Oral Thrush: Causes, Symptoms, Treatments
If you notice a strange white rash inside your mouth, you may have a condition called thrush. It’s an infection caused by the candida fungus, which is yeast. You can get it in your mouth and other parts of the body. It can cause diaper rash in infants or vaginal yeast infections in women.
Anyone can get thrush, but it happens most often to babies and toddlers, older adults, and people with weakened immune systems.
What Causes Thrush?
Small amounts of the candida fungus are in your mouth, digestive tract, and skin. It’s supposed to be there, and it’s usually kept under control by the other bacteria in your body. But sometimes, certain illnesses or medications, like corticosteroids or antibiotics, can disturb the balance. This can cause the fungus to grow out of control. That’s when you get thrush.
Stress can cause it. So can several medical conditions, like:
If you smoke or wear dentures that don’t fit right might, you’re also more likely to get thrush. And babies can pass the infection to their mothers while breastfeeding.
What Are the Symptoms?
Children and adults
Initially, you may not even notice symptoms of oral thrush. Signs and symptoms may include:
- Creamy white lesions on your tongue, inner cheeks, and sometimes on the roof of your mouth, gums, and tonsils
- Slightly raised lesions with a cottage cheese-like appearance
- Redness, burning or soreness that may be severe enough to cause difficulty eating or swallowing
- Slight bleeding if the lesions are rubbed or scraped
- Cracking and redness at the corners of your mouth
- A cottony feeling in your mouth
- Loss of taste
- Redness, irritation, and pain under dentures (denture stomatitis)
In severe cases, usually related to cancer or a weakened immune system from HIV/AIDS, the lesions may spread downward into your esophagus — the long, muscular tube stretching from the back of your mouth to your stomach (Candida esophagitis). If this occurs, you may experience difficulty swallowing and pain or feel as if food is getting stuck in your throat.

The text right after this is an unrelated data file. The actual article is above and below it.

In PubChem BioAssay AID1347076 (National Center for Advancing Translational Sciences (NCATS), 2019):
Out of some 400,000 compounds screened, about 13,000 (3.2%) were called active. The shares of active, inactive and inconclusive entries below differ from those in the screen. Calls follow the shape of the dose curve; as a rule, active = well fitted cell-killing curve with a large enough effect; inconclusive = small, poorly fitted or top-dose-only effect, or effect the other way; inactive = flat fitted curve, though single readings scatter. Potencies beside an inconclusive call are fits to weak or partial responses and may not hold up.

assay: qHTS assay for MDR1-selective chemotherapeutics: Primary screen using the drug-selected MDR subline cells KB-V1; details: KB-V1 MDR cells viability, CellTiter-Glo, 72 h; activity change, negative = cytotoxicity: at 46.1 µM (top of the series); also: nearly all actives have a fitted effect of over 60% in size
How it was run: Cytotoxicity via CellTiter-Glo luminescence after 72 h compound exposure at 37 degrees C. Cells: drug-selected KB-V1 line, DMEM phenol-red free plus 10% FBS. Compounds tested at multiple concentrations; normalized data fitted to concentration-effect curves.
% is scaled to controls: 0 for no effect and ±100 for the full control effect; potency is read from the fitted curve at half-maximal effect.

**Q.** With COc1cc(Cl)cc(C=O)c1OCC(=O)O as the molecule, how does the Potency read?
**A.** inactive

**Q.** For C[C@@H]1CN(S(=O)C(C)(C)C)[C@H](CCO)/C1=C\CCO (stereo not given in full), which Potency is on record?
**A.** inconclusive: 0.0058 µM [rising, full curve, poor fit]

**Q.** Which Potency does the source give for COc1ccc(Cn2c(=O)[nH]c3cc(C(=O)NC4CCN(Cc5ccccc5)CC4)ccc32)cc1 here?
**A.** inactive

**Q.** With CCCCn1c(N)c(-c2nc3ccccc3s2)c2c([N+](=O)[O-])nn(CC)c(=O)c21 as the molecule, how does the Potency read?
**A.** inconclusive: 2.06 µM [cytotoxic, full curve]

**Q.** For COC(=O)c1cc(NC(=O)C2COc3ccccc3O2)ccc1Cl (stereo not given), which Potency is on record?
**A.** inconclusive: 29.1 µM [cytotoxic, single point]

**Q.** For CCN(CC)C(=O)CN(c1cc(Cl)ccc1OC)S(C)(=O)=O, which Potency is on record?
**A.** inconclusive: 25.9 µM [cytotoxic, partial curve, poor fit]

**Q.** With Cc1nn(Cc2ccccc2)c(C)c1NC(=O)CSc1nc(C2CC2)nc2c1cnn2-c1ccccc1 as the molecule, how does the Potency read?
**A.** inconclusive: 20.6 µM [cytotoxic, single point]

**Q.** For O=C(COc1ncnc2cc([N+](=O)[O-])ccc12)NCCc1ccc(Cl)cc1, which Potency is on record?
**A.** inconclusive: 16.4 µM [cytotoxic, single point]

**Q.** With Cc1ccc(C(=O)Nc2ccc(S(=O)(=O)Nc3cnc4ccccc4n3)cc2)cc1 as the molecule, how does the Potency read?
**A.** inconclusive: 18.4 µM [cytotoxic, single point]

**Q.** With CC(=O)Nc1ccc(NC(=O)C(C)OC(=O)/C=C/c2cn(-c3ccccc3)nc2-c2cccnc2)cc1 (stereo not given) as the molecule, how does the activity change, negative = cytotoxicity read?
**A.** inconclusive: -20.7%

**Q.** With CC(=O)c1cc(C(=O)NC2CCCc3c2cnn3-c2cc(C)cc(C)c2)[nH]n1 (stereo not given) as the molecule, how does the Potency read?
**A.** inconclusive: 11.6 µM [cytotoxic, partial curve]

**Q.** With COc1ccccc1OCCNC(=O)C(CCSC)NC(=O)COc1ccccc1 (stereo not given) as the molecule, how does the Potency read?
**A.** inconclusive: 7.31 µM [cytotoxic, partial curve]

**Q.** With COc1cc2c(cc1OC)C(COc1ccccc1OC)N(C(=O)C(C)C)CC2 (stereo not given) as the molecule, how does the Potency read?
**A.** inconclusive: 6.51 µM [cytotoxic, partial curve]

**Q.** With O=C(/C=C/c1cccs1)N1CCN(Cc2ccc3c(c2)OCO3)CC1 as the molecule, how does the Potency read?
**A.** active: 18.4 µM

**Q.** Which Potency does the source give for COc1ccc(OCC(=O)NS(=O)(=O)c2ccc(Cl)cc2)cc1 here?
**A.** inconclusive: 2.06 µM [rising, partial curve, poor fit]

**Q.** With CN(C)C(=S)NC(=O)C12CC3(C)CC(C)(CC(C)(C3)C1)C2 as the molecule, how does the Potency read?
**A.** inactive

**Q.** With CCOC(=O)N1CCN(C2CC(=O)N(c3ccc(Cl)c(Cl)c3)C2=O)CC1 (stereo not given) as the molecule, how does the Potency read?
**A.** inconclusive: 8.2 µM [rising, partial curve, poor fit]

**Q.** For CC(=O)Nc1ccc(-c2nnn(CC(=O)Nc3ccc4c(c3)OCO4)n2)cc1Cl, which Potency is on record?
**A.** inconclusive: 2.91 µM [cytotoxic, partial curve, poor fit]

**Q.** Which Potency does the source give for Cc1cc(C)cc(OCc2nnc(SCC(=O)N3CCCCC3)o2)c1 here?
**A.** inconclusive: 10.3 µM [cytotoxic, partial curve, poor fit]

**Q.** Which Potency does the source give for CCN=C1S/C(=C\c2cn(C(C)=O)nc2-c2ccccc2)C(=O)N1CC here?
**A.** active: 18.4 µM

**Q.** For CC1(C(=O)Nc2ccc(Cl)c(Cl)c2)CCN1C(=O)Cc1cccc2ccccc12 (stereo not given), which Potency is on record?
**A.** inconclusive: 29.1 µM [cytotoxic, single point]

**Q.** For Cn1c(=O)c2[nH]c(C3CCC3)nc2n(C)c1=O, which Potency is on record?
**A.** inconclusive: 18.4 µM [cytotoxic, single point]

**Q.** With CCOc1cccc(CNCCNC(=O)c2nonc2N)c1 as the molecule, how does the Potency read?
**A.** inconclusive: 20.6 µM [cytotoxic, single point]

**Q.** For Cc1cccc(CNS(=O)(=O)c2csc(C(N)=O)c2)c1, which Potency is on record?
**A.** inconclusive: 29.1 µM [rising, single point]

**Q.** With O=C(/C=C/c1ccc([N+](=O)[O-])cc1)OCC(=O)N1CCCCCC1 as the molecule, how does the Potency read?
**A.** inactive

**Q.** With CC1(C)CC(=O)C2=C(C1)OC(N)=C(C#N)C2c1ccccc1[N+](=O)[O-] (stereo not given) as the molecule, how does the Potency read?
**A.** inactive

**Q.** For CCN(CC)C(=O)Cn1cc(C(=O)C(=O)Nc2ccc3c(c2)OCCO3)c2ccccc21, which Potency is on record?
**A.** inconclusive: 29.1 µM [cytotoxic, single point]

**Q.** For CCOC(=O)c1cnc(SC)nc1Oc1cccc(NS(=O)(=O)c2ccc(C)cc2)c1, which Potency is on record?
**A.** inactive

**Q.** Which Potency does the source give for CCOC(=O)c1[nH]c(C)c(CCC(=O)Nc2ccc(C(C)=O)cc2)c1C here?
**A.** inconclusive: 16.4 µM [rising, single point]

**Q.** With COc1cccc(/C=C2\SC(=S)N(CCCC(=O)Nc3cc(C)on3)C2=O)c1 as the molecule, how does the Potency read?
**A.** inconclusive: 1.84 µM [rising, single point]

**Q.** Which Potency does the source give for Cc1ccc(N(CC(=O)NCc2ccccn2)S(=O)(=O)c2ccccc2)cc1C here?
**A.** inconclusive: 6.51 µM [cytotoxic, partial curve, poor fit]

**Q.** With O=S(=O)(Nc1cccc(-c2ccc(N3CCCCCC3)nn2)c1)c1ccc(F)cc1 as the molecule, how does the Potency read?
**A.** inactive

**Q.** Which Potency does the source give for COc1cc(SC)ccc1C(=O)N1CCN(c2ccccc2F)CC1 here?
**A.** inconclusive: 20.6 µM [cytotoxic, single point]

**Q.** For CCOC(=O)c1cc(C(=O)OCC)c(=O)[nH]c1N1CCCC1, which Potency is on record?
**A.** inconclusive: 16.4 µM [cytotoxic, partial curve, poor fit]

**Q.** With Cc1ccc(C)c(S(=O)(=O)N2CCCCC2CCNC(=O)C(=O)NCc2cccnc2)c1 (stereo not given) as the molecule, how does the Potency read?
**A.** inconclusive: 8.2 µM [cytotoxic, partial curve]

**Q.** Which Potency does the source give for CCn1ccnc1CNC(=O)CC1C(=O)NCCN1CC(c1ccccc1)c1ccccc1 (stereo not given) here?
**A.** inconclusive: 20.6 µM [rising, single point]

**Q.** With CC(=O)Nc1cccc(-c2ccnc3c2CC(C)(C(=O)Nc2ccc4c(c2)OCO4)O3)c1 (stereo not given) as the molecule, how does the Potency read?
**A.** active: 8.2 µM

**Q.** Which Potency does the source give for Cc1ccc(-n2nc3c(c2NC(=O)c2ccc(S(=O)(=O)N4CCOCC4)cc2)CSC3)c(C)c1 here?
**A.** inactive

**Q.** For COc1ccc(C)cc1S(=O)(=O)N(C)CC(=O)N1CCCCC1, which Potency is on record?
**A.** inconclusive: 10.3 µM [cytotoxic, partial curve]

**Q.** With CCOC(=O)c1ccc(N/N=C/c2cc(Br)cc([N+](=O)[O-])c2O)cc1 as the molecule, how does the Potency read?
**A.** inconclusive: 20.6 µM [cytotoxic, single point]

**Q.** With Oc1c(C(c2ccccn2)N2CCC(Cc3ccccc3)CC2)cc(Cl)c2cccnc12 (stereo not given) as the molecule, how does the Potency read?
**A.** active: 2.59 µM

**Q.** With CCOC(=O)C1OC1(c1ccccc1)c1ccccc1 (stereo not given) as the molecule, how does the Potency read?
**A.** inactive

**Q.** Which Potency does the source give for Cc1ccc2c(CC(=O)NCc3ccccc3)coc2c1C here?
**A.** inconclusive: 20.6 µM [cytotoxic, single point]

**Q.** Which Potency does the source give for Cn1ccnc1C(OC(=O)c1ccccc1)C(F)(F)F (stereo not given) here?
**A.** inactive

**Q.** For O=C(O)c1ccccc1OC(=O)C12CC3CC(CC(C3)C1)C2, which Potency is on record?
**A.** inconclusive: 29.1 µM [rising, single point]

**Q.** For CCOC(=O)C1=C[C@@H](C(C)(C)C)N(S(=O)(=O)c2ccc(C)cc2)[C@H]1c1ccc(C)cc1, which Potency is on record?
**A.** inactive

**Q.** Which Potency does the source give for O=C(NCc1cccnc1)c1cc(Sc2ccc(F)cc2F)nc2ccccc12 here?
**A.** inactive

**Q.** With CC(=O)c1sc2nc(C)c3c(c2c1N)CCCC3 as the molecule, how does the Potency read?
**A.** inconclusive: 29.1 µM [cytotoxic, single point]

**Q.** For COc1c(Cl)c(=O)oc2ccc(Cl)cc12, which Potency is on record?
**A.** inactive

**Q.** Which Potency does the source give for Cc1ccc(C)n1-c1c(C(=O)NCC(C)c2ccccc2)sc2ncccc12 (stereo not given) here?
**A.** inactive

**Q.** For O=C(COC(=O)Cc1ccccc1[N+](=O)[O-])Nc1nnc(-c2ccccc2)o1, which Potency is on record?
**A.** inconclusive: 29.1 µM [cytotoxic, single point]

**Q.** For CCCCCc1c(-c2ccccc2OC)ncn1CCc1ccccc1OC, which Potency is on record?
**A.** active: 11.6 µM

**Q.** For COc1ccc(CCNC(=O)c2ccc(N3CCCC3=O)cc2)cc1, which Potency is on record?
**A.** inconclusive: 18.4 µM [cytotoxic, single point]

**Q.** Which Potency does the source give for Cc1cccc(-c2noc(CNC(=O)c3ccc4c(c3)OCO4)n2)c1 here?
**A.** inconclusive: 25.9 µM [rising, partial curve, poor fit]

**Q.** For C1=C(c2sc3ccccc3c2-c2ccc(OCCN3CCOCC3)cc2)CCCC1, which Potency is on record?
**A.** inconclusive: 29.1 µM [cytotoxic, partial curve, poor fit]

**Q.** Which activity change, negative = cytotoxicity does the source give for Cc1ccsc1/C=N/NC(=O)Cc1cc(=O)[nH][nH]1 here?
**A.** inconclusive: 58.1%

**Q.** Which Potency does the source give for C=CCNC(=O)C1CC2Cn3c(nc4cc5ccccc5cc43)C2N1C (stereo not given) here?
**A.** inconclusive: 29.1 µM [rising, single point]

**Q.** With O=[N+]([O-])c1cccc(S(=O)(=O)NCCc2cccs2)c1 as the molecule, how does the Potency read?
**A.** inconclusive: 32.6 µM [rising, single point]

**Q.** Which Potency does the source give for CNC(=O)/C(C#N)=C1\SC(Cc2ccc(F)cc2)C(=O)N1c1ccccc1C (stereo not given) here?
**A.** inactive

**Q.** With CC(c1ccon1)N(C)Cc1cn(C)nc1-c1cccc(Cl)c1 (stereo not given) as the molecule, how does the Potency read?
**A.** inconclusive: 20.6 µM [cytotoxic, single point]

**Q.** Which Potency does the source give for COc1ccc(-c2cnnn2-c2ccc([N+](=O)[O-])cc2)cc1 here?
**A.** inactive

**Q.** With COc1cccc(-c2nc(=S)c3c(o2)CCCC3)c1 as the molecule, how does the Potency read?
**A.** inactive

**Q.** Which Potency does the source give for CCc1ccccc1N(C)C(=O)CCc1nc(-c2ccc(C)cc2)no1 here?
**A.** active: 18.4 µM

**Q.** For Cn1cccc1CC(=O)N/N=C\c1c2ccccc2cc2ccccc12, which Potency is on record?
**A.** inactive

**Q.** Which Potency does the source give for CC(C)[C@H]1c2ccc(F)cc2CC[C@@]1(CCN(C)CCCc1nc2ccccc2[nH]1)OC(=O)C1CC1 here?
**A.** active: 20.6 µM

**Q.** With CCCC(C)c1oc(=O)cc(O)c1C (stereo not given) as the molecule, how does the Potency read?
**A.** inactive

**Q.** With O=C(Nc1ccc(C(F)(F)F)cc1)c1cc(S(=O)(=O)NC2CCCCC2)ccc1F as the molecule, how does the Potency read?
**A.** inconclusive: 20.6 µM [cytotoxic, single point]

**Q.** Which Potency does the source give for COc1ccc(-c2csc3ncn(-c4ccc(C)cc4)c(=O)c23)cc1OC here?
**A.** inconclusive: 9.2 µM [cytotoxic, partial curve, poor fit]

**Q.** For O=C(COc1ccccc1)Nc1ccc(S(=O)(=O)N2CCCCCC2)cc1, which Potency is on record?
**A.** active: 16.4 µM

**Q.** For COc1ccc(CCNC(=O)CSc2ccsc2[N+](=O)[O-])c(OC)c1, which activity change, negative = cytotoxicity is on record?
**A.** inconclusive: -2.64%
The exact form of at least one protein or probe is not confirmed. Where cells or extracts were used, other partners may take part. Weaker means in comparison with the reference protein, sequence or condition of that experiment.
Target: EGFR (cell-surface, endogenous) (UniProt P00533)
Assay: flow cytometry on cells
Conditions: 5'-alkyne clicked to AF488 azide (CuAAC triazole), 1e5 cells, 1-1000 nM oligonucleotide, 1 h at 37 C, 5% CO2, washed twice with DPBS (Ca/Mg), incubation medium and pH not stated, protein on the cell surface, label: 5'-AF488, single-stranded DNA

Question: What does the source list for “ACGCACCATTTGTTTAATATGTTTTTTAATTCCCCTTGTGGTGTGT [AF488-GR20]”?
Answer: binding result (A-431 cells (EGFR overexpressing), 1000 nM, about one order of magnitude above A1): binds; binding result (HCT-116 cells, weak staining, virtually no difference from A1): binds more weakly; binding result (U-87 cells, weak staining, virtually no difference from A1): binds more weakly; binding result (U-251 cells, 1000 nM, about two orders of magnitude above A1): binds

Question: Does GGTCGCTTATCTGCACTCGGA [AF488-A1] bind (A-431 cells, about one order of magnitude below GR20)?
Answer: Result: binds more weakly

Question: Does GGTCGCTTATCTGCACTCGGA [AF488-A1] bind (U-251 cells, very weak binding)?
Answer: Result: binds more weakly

Infants and breast-feeding mothers
In addition to the distinctive white mouth lesions, infants may have trouble feeding or be fussy and irritable. They can pass the infection to their mothers during breast-feeding. The infection may then pass back and forth between the mother’s breasts and the baby’s mouth.
Women whose breasts are infected with candida may experience these signs and symptoms:
- Unusually red, sensitive, cracked or itchy nipples
- Shiny or flaky skin on the darker, circular area around the nipple (areola)
- Unusual pain during nursing or painful nipples between feedings
- Stabbing pains deep within the breast
The goal of any oral thrush treatment is to stop the rapid spread of the fungus, but the best approach may depend on your age, your overall health, and the cause of the infection. Eliminating underlying causes, when possible, can prevent a recurrence.
- Healthy adults and children. Your doctor may recommend an antifungal medication. This comes in several forms, including lozenges, tablets, or a liquid that you wish in your mouth and then swallow. If these topical medications are not effective, medication may be given that works throughout your body.
- Infants and nursing mothers. If you’re breast-feeding and your infant has oral thrush, you and your baby could pass the infection back and forth. Your doctor may prescribe a mild antifungal medication for your baby and an antifungal cream for your breasts.
- Adults with weakened immune systems. Most often your doctor will recommend an antifungal medication.
Thrush may return even after it’s been treated if the underlying cause, such as poorly disinfected dentures or inhaled steroid use, isn’t addressed.
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